UV-C LED-based disinfection can help in the battle against COVID-19

Author : Jonatan Klee | UV LED Account Manager | NICHIA

01 May 2021

NICHIA_UV-C-LED

Fuelled by the ongoing COVID-19 coronavirus pandemic, interest in the potential of UV-C LEDs for disinfection is growing rapidly. But although UV-C LED-based disinfection can be effective, bringing the technology to market in safe & effective products requires expertise.

The full version of this article was originally featured in the May 2021 issue of EPDT magazine [read the digital issue]. And sign up to receive your own copy each month.

Beyond the LED’s output power, other factors must be considered, explains Jonatan Klee, UV LED Account Manager at LED lighting specialist, NICHIA

The disinfection effect of UV radiation arrives by splitting chemical bonds between nucleic acids in the DNA of the virus or bacteria. Thanks to the subsequent formation of thymine dimers, the DNA can no longer duplicate during the cell-division process. This DNA damage is dependent upon the wavelength of the radiation source and the acting dose. Another factor to consider is that different pathogens have different sensitivity to UV-C. For instance, E. coli and staphylococcus are relatively easy to inactivate, while SARS-CoV-2 (which causes COVID-19) requires a dose some 5-17 times higher.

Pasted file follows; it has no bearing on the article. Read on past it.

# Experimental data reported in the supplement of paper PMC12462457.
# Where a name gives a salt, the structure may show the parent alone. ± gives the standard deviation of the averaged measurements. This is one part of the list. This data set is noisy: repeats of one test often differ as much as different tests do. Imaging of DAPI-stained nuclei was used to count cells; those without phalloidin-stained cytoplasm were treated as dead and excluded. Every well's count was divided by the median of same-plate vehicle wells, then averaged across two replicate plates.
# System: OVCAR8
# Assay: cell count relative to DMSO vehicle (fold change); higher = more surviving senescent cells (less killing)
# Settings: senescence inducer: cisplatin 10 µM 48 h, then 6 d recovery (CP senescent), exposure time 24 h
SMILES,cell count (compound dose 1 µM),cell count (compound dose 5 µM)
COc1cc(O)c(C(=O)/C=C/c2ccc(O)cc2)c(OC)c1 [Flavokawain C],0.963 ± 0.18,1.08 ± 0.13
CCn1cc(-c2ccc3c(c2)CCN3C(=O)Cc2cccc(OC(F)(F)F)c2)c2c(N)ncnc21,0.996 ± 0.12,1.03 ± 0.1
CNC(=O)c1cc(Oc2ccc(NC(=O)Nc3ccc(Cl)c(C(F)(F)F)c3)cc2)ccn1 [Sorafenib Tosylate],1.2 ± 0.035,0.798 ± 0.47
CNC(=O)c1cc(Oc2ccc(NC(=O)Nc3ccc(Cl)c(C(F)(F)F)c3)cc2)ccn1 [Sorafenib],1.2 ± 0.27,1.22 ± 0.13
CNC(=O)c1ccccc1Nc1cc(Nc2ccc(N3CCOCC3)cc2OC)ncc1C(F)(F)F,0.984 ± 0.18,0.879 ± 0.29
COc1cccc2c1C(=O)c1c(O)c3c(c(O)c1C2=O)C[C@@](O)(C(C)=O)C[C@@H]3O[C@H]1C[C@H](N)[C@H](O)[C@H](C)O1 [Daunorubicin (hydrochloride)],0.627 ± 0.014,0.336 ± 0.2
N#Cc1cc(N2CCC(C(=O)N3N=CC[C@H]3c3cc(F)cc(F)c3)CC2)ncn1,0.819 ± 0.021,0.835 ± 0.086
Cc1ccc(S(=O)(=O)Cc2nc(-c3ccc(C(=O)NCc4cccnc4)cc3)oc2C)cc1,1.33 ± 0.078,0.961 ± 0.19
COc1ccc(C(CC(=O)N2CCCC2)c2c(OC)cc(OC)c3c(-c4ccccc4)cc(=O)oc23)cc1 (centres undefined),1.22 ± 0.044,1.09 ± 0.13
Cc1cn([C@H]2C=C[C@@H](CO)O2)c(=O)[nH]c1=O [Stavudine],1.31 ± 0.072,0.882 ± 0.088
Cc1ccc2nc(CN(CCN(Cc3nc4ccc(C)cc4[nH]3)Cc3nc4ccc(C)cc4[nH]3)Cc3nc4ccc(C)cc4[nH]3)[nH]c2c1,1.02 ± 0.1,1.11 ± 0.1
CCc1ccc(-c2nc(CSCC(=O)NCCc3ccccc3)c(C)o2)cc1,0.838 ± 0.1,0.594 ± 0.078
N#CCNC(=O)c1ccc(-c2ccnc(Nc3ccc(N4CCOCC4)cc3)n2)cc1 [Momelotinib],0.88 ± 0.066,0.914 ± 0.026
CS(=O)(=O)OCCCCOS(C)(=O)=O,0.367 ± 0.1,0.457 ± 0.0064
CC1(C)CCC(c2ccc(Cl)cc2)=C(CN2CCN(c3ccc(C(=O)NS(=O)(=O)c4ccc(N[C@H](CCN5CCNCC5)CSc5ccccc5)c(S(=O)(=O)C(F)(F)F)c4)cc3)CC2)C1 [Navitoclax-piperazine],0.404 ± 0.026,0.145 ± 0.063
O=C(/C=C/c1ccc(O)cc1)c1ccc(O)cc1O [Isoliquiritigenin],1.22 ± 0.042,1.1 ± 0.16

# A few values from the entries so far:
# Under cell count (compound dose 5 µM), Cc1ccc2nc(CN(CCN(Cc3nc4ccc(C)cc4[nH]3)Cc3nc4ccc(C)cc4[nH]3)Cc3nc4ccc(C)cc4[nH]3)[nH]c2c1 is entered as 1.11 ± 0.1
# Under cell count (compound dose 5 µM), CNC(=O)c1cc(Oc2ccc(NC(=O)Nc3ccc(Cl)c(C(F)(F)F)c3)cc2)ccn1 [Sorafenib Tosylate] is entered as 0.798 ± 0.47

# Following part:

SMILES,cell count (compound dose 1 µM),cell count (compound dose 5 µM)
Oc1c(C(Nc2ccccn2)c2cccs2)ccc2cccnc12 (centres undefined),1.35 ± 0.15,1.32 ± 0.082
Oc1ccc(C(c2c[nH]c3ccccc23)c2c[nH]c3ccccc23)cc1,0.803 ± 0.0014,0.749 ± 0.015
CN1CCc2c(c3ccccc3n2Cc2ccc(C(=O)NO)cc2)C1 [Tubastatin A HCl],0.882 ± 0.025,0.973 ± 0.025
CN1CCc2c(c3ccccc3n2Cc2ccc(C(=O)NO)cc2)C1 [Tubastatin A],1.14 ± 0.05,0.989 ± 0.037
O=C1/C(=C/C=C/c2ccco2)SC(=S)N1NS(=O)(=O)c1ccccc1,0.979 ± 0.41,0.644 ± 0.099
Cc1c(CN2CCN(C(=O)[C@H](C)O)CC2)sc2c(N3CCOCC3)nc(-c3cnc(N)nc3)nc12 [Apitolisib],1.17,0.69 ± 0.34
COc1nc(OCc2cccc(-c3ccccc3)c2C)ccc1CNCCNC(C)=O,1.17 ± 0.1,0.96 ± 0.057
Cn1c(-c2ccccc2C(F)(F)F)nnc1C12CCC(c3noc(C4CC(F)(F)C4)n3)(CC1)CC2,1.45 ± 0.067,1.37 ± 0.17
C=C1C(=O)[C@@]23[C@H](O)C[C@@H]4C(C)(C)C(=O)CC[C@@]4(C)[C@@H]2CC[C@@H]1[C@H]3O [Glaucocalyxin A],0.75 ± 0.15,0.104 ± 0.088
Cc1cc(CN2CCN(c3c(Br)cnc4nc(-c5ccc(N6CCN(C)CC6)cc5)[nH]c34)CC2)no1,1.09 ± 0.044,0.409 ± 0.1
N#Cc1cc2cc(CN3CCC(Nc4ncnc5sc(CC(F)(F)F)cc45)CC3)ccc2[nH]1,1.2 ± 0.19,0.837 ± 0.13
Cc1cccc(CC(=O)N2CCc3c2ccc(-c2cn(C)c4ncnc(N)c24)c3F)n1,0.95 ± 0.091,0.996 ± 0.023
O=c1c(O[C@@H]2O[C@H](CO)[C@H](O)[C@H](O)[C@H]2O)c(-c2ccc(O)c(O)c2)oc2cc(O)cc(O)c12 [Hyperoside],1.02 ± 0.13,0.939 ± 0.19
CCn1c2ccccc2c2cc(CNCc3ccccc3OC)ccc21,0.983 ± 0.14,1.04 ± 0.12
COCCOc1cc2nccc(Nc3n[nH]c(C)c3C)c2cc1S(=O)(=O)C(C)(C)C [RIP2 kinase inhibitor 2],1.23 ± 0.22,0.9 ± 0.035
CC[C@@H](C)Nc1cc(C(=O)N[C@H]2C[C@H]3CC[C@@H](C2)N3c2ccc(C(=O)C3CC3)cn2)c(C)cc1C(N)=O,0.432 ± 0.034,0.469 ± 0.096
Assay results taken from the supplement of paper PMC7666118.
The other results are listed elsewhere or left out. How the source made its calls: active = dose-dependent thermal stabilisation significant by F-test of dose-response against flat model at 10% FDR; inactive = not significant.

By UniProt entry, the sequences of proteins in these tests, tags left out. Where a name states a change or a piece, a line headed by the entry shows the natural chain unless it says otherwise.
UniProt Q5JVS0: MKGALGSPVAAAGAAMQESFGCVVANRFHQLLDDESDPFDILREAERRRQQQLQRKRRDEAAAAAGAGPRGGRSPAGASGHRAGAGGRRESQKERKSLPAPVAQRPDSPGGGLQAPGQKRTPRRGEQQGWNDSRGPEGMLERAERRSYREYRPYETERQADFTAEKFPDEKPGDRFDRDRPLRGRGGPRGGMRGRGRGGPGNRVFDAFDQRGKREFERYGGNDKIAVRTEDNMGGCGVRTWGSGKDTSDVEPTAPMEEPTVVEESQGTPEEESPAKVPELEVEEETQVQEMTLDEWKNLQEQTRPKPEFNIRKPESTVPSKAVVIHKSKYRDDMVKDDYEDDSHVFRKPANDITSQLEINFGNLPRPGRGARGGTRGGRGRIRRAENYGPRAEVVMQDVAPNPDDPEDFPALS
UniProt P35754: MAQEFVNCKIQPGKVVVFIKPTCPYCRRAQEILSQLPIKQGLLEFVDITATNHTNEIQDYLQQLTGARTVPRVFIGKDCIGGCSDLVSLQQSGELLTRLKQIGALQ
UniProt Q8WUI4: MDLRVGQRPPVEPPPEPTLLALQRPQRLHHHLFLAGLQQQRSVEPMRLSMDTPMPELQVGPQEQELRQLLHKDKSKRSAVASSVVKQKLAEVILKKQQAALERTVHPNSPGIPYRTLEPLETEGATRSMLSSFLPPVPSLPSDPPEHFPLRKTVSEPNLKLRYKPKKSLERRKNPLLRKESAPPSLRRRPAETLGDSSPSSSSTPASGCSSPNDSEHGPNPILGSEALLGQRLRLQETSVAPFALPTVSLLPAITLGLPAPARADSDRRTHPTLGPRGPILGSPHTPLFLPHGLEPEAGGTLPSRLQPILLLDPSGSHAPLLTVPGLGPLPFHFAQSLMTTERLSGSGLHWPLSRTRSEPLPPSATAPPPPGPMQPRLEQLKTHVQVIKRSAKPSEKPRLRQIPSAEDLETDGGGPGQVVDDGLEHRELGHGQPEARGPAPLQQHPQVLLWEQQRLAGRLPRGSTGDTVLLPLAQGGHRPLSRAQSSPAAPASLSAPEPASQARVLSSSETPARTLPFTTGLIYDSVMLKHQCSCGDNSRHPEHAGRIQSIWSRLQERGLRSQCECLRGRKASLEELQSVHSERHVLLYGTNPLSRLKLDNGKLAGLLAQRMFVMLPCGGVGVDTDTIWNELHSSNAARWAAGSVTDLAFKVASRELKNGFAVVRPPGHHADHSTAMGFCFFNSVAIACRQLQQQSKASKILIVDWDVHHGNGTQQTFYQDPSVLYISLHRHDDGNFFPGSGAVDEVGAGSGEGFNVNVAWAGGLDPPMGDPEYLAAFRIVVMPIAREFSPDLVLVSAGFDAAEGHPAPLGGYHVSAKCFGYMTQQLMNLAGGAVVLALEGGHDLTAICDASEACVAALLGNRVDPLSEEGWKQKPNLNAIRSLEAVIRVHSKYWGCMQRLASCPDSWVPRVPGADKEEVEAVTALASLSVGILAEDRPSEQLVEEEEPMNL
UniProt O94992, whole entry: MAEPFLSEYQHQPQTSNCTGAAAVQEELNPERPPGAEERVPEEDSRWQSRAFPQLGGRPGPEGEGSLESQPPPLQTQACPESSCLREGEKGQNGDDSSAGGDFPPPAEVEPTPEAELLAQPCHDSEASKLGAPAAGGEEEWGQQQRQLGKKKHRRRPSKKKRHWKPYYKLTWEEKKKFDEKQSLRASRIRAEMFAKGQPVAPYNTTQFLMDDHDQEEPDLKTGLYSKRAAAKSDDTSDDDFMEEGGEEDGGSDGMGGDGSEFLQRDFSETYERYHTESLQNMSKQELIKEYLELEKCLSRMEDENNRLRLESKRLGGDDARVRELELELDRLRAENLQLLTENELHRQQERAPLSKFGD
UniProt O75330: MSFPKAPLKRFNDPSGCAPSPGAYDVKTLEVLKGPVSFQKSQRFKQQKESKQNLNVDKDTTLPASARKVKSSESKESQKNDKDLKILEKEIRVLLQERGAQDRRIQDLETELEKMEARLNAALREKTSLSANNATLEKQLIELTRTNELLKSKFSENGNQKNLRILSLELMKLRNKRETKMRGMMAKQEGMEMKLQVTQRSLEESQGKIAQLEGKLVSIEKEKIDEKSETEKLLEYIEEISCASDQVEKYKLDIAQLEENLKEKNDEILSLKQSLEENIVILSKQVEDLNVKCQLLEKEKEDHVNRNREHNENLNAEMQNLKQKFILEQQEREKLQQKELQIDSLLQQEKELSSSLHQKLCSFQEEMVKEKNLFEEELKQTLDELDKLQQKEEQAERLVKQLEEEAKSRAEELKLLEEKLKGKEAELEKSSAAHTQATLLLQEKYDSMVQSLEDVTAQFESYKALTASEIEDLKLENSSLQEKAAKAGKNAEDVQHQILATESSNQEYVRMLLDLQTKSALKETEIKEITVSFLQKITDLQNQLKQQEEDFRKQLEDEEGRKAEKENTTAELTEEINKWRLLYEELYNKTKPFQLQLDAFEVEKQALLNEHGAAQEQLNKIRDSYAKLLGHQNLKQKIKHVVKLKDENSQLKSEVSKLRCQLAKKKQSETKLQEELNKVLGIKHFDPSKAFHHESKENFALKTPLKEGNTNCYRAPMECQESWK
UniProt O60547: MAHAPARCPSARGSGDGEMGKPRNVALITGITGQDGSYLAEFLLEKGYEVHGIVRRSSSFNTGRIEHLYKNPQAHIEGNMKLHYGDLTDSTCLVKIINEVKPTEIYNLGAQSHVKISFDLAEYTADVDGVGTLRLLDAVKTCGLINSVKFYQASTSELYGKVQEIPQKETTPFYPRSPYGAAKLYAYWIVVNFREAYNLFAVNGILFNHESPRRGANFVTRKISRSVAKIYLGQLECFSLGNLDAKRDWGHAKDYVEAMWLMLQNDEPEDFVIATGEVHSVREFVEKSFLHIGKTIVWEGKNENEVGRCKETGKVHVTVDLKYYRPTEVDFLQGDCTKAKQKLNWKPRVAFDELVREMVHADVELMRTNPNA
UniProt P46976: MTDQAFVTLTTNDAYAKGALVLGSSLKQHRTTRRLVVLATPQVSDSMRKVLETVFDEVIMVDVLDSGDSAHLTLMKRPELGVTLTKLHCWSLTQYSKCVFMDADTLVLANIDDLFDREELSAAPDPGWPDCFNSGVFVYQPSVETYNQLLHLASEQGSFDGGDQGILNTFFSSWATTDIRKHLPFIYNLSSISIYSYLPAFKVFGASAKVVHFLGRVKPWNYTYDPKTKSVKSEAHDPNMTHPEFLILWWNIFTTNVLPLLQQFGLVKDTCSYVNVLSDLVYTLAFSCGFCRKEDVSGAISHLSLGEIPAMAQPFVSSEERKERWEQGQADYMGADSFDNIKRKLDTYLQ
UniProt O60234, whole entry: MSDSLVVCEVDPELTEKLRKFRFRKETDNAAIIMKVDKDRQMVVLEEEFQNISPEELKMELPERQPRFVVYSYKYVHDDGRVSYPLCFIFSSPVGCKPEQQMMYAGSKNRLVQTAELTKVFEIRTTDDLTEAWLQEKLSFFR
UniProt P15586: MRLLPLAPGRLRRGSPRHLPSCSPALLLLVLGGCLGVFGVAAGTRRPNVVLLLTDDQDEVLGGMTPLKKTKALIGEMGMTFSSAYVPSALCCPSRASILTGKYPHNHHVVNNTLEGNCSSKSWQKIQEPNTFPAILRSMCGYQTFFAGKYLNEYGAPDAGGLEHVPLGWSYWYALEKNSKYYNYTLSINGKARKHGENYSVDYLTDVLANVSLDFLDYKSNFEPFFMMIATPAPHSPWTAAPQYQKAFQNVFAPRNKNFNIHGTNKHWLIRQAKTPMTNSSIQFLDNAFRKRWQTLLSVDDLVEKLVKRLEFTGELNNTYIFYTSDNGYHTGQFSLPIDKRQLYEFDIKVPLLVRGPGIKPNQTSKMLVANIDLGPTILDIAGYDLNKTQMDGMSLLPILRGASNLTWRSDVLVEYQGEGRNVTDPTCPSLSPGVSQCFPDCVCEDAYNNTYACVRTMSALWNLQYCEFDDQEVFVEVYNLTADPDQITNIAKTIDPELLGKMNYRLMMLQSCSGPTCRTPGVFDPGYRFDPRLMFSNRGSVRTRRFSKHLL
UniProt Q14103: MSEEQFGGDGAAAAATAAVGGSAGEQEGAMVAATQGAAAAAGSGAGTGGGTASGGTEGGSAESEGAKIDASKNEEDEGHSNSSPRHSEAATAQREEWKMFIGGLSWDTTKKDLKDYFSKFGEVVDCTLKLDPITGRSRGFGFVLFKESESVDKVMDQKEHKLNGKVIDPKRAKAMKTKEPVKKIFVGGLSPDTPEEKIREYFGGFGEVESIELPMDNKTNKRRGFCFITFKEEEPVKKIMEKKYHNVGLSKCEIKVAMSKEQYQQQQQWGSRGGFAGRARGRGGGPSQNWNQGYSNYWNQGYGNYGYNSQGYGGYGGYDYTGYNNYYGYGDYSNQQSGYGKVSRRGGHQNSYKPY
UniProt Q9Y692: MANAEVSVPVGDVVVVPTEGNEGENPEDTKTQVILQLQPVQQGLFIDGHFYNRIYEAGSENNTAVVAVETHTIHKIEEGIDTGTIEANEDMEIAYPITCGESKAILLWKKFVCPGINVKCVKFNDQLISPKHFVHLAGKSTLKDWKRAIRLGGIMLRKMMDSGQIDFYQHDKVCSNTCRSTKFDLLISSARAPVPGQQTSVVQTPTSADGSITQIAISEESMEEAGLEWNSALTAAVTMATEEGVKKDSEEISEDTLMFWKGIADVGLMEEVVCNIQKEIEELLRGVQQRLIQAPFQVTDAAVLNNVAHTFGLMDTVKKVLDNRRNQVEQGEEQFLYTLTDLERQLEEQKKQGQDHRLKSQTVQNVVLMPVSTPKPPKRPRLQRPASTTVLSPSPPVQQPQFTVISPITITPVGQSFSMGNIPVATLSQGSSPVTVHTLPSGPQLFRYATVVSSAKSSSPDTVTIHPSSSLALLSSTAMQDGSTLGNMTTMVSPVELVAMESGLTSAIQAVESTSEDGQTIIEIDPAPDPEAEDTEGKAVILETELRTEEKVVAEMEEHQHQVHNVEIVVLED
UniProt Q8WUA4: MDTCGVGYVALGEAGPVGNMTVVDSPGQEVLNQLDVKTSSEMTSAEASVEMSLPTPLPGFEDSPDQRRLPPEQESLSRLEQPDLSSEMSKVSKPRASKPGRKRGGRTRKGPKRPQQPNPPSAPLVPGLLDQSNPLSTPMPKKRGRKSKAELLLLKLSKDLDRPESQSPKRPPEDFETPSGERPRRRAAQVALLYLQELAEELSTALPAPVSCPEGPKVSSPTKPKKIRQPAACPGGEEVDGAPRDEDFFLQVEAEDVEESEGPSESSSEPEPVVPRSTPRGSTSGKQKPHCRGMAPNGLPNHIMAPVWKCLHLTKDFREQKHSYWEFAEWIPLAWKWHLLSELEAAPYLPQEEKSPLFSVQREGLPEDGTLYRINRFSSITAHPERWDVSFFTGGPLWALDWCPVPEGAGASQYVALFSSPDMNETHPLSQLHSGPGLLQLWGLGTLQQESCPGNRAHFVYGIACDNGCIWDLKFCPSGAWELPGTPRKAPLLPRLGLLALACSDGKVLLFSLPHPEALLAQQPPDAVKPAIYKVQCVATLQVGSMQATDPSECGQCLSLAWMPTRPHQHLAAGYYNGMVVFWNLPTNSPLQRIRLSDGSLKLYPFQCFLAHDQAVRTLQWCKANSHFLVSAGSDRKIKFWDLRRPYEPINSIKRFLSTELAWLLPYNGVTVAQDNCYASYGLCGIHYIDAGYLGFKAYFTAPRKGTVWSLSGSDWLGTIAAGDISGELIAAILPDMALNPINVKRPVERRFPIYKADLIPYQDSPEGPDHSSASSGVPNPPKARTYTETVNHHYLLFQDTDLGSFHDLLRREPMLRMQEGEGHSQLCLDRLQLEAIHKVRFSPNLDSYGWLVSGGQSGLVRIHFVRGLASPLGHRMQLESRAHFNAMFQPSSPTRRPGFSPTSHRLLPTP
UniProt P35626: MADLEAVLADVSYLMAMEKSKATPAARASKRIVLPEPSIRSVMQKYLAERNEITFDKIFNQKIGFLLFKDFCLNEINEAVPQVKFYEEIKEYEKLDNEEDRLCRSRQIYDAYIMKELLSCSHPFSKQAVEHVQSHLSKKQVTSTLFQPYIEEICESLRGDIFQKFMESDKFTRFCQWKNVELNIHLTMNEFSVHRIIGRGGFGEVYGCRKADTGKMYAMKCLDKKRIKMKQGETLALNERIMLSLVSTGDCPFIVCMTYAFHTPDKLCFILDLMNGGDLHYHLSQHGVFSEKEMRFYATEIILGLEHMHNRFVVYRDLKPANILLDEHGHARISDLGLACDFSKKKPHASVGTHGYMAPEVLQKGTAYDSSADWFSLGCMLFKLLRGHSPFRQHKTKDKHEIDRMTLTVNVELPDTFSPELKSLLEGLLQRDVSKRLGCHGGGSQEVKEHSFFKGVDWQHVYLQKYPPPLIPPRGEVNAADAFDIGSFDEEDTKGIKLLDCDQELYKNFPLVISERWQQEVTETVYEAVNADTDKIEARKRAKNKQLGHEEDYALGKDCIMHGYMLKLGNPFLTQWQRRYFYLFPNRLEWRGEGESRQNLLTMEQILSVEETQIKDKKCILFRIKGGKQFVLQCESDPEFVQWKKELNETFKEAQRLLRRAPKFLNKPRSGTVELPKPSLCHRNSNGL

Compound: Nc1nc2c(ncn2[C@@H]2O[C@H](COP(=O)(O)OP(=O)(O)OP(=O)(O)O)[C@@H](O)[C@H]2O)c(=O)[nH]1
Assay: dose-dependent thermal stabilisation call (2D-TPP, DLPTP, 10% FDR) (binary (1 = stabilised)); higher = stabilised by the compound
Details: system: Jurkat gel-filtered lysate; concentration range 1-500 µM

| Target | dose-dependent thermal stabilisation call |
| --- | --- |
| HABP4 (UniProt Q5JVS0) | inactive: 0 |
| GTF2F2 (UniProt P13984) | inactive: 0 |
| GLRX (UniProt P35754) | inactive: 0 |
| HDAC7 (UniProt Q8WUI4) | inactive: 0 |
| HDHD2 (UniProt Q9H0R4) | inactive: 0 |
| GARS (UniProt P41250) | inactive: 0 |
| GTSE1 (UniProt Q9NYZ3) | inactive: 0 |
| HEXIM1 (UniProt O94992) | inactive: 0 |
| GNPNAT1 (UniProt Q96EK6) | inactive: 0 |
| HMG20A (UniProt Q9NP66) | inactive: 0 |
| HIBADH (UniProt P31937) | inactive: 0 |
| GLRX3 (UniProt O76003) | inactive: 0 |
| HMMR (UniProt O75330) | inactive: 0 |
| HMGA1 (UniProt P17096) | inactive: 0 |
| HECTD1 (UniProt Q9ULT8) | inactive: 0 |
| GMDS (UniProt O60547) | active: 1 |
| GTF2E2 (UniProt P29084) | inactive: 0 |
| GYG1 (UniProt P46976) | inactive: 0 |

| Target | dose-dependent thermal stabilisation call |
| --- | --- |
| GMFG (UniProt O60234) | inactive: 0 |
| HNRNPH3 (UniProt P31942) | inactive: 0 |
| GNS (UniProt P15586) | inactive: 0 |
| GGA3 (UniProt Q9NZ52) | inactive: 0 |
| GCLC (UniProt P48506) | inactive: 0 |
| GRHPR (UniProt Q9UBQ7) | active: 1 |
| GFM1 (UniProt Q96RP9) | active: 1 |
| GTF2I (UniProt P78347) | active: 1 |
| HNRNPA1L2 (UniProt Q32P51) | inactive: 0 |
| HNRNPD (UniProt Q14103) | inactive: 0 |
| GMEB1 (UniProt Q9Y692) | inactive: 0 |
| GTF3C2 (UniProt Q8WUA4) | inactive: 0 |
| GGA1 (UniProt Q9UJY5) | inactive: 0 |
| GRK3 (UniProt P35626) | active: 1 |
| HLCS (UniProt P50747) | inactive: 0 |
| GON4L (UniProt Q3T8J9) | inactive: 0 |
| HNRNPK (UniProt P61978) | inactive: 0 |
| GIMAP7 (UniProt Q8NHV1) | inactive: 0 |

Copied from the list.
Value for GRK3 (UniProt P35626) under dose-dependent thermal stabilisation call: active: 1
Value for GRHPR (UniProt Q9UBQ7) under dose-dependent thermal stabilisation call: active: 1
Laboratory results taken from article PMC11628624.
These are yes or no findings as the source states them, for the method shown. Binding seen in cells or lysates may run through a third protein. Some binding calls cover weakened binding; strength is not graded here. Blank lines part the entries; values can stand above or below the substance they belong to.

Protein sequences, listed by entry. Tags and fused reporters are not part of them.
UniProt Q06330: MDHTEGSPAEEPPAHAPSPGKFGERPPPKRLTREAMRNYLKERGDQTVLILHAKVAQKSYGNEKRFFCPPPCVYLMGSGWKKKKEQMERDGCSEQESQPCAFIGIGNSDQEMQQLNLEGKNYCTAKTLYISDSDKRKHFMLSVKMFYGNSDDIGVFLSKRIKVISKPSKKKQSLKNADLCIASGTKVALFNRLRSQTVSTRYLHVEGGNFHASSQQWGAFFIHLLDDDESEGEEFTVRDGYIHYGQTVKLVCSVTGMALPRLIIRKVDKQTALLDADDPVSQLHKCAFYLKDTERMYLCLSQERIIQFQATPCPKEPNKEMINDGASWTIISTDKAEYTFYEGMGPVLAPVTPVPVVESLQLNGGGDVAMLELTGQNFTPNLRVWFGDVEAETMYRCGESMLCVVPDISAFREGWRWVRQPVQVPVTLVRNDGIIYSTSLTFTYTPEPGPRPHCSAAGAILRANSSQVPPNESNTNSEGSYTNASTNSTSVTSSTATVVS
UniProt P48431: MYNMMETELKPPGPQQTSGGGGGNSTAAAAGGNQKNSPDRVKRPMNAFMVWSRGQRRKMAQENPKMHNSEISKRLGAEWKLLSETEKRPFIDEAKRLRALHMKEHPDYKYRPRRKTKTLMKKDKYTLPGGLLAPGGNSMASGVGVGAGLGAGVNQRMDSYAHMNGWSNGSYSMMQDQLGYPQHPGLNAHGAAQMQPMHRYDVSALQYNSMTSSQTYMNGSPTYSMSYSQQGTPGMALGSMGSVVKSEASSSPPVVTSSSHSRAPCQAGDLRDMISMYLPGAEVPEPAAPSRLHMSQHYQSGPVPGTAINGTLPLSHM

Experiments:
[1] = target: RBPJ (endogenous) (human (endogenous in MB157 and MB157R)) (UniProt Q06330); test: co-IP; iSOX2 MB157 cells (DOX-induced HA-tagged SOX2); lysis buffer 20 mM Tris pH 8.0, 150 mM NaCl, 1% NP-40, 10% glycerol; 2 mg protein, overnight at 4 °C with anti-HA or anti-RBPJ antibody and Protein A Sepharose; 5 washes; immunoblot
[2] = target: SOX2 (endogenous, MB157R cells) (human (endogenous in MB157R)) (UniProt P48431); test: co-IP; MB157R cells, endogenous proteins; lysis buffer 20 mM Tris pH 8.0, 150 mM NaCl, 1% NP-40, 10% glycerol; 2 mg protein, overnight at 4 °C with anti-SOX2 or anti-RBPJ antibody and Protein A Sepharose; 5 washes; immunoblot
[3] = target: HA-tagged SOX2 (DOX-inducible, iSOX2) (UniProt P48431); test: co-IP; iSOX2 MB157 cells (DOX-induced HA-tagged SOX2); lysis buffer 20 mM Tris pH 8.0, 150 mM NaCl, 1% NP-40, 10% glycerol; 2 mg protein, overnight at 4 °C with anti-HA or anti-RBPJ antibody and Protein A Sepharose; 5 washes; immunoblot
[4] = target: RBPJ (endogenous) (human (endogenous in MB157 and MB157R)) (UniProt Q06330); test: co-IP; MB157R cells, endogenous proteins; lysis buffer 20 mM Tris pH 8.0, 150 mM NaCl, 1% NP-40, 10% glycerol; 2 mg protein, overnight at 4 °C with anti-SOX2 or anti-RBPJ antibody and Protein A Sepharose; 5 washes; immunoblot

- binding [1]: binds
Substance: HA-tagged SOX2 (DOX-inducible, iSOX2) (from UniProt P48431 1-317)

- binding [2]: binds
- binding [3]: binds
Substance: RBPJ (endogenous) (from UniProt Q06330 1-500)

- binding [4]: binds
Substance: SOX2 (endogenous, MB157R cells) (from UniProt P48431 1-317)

To exacerbate the challenge, it is worth indicating that UV light can also repair damaged DNA via a process known as photo-reactivation. Essentially, light in the range of 300-500nm activates the photolyase to repair DNA.

The best disinfection efficiency of UV-C LEDs for the inactivation of micro-organisms ranges between 260 and 270nm. Notably, LEDs can be produced in different wavelengths and distribute emission energy over a wide wavelength range.

Another advantage is that UV-C LEDs are completely ozone-free because they have no wavelengths less than 240nm. Notably, LEDs require no warm-up phase, with full power available immediately to make them ideal for timed on/off operation. LEDs can also be pulsed for higher output and, unlike mercury lamps, are suitable for dimming from 0-100%, ensuring their suitability in applications that demand variable intensity.

A further benefit of UV-C LEDs is their high irradiation intensity at close range. In turn, high density is achievable on the array. It is also possible to use lenses or reflectors for beam shaping to focus radiation energy on the surface requiring disinfection. Moreover, mercury-free LEDs provide high mechanical stability, offering both shockproof and waterproof attributes.

The main market disinfection opportunities for UV-C LED technology essentially comprise four areas: surface; HVAC (heating, ventilation &  air conditioning); water; and biomedical. Surface disinfection is the current focus of most UV-C LED developers, due to the specific benefits this technology offers, such as form factor and zero on/off time...


Read the full article in EPDT's May 2021 digital issue...


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